If you reference camera sensor ratings published by DxOMark, you may have noticed that the France-based company doesn’t test Fujifilm cameras. It’s surprising, given that Fujifilm sensors have been praised by many reviewers in recent years.
No, DxOMark doesn’t have anything against Fujifilm, and no, it’s not something fishy going on behind the scenes. The reason is simple: DxOMark isn’t currently able to properly test X-Trans sensors.
If you look at the DxOMark database, you’ll see that the last Fujifilm camera they reviewed was the Fujifilm XF1 in 2012. That’s the year Fujifilm launched its new X-Trans sensor technology in the X-Pro1, and X-Trans sensors have appeared in Fuji X-Series cameras ever since.
Fuji X-Trans CMOS sensors differ from traditional Bayer sensors in the way that the red, green, and blue color pixels are arranged on the sensor. Instead of the standard Bayer layout, Fujifilm X-Trans uses “a higher degree of randomness” in its 6×6 pixel units:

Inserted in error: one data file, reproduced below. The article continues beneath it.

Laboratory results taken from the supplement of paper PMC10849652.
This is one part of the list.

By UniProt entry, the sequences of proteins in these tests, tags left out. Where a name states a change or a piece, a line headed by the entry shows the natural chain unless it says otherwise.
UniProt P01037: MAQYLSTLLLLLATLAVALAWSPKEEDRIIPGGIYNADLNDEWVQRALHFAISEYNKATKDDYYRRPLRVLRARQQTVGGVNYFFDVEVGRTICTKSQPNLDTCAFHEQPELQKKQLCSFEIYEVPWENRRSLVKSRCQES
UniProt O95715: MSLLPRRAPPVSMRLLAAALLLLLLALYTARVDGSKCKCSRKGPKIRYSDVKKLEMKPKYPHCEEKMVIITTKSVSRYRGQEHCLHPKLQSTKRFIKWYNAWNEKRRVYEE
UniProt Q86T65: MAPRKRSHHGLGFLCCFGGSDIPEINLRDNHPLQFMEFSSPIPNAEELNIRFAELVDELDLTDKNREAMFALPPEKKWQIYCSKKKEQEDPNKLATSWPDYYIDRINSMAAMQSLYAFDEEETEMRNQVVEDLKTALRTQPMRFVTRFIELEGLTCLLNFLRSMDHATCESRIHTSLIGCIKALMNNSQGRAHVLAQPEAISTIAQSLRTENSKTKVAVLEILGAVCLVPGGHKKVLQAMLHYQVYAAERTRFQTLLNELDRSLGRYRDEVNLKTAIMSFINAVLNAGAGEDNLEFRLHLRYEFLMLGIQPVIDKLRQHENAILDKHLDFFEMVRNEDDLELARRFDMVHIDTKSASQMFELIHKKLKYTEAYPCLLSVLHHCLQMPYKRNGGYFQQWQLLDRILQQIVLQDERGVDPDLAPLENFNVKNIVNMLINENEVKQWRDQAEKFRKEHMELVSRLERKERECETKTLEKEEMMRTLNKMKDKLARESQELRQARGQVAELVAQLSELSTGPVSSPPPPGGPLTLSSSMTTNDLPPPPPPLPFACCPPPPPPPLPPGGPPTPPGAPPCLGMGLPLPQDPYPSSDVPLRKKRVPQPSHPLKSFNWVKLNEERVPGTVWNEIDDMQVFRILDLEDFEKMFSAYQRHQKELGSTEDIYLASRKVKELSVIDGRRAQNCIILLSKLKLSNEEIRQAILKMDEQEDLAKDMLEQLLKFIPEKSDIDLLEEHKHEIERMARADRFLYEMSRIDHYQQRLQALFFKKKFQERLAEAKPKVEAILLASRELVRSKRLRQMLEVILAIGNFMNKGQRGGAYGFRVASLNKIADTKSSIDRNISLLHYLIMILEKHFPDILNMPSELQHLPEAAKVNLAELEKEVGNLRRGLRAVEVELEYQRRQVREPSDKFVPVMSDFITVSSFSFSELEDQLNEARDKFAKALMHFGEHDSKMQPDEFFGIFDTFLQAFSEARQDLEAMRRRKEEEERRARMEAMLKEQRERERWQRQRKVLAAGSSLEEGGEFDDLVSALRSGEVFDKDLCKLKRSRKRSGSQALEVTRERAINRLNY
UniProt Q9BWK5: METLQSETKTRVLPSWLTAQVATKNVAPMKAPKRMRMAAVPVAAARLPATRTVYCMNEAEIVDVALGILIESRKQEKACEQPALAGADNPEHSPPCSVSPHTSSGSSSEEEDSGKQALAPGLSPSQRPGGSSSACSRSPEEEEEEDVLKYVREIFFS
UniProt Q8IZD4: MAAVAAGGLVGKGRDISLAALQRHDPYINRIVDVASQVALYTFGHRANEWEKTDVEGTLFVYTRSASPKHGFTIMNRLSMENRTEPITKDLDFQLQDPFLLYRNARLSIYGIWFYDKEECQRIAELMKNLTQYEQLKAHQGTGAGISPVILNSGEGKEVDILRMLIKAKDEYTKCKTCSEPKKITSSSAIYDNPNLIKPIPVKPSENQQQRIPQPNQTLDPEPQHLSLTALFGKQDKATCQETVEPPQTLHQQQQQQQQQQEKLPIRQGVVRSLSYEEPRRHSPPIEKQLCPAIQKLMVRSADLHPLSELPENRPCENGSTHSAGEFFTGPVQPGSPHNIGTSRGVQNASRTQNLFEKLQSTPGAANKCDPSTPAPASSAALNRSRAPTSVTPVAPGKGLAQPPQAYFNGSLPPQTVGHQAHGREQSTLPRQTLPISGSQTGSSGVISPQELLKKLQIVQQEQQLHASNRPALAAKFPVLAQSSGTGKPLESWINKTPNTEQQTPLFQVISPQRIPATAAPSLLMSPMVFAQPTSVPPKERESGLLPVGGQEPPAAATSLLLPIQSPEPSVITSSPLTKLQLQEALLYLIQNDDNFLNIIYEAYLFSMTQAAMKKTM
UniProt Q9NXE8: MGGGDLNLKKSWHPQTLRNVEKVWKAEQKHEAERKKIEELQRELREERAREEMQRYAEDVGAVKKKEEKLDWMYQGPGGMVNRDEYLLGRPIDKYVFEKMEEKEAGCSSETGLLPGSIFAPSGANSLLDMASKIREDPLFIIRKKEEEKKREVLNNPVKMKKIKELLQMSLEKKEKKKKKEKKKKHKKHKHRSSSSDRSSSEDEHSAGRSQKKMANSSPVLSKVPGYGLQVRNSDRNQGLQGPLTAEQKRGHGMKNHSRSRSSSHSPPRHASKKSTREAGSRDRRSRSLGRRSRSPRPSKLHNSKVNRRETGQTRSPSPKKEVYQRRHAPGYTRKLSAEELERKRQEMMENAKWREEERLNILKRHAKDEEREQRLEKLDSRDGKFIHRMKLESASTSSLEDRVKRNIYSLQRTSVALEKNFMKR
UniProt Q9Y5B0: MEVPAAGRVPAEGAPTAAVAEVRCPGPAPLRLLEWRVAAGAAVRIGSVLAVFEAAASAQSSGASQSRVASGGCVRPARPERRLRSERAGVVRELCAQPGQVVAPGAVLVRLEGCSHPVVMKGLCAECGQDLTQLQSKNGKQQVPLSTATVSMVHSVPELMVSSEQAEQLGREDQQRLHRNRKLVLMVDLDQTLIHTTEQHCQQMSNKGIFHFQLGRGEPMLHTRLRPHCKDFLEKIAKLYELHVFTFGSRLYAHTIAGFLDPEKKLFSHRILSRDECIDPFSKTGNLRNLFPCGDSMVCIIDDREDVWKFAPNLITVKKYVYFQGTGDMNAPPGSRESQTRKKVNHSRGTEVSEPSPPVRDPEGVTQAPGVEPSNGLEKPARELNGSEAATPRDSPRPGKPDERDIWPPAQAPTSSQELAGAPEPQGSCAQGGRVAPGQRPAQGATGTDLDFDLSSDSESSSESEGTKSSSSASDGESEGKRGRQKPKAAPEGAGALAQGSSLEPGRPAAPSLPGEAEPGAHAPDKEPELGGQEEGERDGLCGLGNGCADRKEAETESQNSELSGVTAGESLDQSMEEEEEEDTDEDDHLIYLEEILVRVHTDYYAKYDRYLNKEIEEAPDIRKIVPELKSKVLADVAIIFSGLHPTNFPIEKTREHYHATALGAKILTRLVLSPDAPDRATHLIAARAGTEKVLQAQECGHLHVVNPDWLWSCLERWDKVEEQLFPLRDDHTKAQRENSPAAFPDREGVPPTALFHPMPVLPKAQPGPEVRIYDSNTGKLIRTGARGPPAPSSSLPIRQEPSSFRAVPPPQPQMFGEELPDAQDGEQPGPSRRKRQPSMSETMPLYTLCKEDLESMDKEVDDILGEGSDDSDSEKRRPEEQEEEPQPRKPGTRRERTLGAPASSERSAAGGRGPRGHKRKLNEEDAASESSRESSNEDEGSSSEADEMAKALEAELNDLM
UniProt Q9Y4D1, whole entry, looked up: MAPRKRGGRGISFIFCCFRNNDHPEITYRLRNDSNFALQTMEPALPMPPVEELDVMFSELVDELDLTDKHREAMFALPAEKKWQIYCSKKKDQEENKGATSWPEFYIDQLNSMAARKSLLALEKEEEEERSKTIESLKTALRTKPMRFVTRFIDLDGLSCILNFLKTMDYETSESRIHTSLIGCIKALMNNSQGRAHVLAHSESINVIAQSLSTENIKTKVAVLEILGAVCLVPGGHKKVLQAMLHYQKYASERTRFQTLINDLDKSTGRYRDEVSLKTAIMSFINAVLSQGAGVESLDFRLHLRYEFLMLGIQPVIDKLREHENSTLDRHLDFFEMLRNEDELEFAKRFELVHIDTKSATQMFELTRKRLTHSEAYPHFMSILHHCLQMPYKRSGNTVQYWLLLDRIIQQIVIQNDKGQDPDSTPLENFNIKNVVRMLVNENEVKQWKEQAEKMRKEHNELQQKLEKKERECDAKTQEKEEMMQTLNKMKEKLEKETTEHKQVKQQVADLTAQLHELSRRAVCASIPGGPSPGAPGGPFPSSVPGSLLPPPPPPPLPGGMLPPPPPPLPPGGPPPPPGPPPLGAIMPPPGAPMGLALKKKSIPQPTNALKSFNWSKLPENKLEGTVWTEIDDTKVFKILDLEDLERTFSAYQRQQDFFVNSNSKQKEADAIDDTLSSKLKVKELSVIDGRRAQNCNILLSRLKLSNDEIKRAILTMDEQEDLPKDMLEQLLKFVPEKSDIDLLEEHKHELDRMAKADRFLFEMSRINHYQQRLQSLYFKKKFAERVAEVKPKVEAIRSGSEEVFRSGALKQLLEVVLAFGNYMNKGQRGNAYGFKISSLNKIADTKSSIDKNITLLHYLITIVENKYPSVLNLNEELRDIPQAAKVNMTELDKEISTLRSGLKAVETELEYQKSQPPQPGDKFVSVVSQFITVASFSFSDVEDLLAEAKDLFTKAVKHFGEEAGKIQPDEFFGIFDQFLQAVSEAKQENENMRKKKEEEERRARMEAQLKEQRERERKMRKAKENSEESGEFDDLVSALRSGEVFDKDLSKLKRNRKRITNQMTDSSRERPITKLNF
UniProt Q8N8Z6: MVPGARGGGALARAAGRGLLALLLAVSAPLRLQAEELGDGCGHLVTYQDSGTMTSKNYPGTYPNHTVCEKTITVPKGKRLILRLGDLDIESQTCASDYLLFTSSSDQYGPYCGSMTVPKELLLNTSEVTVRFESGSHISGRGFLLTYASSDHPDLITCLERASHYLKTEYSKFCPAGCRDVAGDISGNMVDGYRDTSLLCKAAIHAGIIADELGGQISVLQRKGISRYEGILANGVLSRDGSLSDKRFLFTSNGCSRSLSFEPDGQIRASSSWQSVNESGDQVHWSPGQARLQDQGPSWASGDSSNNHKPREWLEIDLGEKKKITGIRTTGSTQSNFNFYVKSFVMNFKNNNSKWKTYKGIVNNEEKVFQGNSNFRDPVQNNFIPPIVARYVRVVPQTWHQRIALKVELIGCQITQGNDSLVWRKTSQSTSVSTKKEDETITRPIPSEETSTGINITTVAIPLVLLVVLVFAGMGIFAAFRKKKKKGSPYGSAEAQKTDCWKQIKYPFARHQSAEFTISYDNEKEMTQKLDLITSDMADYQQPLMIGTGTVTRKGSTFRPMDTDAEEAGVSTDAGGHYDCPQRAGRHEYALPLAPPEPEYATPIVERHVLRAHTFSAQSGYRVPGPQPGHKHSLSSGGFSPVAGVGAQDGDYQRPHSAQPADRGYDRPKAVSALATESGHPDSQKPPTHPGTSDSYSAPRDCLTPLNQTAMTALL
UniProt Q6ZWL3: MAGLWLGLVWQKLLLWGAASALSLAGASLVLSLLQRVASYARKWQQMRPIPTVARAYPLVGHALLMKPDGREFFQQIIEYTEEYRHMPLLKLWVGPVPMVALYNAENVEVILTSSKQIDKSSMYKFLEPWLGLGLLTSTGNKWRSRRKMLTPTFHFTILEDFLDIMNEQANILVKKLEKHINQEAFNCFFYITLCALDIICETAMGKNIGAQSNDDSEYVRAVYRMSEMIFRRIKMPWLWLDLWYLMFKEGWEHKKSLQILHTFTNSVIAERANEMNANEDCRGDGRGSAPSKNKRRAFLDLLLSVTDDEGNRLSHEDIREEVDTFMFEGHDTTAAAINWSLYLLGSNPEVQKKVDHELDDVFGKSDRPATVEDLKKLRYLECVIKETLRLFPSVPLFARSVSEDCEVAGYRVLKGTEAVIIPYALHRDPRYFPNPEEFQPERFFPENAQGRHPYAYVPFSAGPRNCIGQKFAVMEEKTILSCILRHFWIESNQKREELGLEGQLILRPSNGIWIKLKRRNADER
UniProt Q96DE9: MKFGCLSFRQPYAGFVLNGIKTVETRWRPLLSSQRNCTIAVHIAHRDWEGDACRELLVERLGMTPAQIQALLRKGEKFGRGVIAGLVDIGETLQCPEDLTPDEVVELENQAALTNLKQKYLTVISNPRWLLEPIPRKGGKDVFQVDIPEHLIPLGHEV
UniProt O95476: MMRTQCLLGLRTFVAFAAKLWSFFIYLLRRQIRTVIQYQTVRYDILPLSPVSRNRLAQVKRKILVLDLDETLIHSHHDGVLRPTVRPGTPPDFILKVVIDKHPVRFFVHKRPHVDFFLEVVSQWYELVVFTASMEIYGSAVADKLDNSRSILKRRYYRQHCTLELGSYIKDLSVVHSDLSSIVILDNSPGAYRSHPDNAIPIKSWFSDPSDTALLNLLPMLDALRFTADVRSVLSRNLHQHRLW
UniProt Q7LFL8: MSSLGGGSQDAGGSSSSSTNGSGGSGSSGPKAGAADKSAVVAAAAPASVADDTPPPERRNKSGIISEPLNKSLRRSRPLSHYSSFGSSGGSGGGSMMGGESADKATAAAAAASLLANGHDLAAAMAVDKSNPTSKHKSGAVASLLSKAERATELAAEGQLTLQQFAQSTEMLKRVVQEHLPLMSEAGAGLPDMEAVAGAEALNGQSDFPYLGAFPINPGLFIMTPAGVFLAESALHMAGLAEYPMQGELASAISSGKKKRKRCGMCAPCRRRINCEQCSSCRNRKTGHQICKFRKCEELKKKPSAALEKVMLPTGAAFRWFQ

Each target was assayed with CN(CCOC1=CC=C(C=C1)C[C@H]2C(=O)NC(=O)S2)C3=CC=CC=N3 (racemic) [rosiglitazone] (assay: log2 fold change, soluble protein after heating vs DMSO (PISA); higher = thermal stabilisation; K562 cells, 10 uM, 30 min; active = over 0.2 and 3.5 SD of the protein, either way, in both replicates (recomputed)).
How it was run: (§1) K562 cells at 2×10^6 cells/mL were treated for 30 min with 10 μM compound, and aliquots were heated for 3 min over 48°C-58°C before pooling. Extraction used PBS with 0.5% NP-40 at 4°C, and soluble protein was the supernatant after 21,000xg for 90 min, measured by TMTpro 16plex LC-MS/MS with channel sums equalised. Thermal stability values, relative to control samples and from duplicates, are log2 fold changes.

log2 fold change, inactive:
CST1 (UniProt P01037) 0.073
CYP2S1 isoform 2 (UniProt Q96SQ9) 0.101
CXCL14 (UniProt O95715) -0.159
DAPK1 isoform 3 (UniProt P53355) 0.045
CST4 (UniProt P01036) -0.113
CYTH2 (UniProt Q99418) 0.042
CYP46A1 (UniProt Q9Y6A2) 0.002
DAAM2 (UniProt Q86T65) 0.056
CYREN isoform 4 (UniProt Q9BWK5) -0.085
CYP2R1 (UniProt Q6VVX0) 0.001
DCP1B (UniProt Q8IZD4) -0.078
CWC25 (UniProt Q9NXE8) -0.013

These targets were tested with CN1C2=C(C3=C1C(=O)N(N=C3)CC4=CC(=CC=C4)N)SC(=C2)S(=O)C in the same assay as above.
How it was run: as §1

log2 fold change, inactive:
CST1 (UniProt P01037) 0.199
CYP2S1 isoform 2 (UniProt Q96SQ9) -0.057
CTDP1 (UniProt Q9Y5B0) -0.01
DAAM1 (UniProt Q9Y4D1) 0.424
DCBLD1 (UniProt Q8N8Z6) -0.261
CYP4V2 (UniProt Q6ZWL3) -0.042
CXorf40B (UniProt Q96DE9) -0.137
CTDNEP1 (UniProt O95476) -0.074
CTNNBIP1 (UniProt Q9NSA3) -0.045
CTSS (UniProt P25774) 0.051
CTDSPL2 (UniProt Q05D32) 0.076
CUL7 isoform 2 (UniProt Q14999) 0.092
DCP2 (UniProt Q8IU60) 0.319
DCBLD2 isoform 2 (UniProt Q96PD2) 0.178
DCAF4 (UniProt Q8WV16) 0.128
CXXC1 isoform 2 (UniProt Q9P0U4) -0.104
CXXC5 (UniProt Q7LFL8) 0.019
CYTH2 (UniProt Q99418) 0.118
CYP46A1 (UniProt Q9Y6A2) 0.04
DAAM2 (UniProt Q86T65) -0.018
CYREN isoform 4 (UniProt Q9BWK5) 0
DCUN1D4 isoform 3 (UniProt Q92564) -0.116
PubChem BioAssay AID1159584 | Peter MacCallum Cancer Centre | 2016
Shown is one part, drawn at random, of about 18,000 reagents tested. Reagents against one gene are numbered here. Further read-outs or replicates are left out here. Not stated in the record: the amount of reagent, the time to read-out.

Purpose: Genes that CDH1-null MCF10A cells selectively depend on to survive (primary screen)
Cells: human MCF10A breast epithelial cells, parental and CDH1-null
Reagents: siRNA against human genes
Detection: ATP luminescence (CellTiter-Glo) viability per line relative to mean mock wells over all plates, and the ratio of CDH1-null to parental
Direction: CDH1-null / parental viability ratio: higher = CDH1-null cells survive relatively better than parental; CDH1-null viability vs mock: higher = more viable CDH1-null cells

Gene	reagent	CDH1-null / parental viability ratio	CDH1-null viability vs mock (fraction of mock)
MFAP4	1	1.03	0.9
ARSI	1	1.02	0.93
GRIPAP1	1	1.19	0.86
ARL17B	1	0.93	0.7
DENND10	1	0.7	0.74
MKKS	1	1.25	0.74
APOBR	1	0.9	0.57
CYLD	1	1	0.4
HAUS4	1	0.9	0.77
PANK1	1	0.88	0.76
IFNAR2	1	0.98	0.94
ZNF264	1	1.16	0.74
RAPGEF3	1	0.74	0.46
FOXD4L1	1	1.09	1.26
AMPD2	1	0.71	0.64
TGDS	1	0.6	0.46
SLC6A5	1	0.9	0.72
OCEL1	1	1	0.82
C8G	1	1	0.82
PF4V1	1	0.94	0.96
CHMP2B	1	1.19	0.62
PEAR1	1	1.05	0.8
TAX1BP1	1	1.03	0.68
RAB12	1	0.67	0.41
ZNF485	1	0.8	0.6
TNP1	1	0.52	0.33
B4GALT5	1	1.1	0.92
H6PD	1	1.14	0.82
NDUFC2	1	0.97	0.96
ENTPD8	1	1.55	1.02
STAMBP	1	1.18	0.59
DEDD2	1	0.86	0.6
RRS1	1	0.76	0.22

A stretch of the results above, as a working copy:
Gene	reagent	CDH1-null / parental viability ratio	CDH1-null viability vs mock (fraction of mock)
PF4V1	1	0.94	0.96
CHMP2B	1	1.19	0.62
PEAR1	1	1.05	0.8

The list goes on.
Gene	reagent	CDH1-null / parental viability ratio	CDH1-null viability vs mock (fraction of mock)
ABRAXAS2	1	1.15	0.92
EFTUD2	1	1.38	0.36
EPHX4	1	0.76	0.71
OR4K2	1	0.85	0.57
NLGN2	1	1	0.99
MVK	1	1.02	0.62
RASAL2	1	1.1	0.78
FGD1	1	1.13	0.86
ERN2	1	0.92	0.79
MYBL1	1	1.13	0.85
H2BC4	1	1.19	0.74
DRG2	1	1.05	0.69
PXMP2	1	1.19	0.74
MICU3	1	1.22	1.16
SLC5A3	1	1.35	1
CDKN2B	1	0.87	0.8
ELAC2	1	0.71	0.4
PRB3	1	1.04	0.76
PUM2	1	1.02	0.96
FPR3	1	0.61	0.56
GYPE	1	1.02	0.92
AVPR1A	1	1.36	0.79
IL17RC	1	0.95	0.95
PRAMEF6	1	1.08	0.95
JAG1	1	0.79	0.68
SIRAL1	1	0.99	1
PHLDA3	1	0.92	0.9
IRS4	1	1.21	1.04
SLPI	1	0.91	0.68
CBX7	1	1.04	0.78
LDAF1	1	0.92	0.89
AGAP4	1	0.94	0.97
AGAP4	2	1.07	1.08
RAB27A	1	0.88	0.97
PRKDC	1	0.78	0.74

The new pixel layout naturally reduces color moiré, so Fujifilm can get by without using a separate anti-aliasing optical low-pass filter between the lens and the sensor. By leaving that filter out, X-Trans sensors are able to achieve higher resolution with the same megapixel count.
This new X-Trans design is the reason DxOMark no longer tests Fujifilm cameras — they don’t currently have the means to test the new sensors.
“We do not measure X-Trans sensor because of the specific technology,” a DxOMark spokesman tells PetaPixel. “We would need a lot of time to adapt our protocol for such sensor and we did not had the chance to do that.”
“It is a bit technical but here is the main issue: the X-Trans file do not support the same Bayer pixel mapping,” he says. “That means that we will need to develop specific reader to read these specific raw files, and then apply a lot of changes on our measurement protocol.”
All of DxOMark’s RAW measurements were designed for Bayer RGB files, so X-Trans-equipped Fujifilm cameras over the past 3 years just haven’t been testable. No word yet on if or when this may change, so if you’re a Fujifilm shooter, you’ll just need to look elsewhere for technical reviews on your new camera’s sensor.